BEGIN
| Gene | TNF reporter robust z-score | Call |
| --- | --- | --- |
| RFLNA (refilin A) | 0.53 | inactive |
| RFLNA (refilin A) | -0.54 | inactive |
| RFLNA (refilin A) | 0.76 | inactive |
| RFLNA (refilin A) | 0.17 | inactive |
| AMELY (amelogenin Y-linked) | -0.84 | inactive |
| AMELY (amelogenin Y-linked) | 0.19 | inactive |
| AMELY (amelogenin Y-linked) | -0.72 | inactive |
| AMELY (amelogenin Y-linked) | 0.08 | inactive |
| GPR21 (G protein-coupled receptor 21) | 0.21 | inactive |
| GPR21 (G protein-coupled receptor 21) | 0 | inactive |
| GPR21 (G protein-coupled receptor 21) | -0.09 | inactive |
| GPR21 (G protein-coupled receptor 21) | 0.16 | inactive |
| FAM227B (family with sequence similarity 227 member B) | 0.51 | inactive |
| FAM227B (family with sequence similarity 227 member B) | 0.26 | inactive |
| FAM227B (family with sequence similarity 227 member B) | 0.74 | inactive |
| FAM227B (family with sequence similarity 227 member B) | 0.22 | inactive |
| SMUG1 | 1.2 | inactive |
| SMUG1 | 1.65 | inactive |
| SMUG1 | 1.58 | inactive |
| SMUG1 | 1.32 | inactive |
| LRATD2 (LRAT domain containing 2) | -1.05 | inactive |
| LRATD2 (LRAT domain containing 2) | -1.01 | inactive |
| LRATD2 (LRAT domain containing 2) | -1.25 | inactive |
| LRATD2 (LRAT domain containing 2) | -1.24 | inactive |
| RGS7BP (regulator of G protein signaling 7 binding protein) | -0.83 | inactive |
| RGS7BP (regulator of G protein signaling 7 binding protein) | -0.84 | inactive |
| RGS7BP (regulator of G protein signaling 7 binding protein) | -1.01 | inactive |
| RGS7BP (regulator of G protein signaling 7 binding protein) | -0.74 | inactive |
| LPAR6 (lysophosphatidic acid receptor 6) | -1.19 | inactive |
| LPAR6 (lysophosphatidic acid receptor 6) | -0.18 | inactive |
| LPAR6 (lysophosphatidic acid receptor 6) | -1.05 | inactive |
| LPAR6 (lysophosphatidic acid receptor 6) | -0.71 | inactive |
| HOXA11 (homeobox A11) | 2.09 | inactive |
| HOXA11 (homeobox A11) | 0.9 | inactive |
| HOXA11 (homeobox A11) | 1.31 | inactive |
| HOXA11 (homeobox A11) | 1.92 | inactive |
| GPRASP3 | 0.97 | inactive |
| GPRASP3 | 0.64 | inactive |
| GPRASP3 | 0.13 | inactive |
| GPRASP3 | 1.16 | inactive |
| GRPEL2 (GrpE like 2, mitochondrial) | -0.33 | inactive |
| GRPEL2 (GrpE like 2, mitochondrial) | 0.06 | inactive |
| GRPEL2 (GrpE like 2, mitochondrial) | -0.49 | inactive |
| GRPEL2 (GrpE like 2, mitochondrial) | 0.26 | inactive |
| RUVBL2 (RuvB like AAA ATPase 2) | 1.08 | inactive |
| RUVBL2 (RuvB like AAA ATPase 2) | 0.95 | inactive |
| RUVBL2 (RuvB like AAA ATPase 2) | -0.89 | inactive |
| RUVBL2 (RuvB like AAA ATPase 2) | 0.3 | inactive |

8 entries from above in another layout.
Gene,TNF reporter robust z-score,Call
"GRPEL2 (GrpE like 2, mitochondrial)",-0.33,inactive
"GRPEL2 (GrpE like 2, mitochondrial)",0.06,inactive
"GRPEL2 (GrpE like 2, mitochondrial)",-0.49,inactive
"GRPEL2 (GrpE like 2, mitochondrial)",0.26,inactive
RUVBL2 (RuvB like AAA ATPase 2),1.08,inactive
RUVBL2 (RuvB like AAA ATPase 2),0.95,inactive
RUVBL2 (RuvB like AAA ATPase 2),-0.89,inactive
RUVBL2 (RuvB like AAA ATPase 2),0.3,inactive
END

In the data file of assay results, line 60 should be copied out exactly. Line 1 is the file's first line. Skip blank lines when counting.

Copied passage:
RUVBL2 (RuvB like AAA ATPase 2),0.3,inactive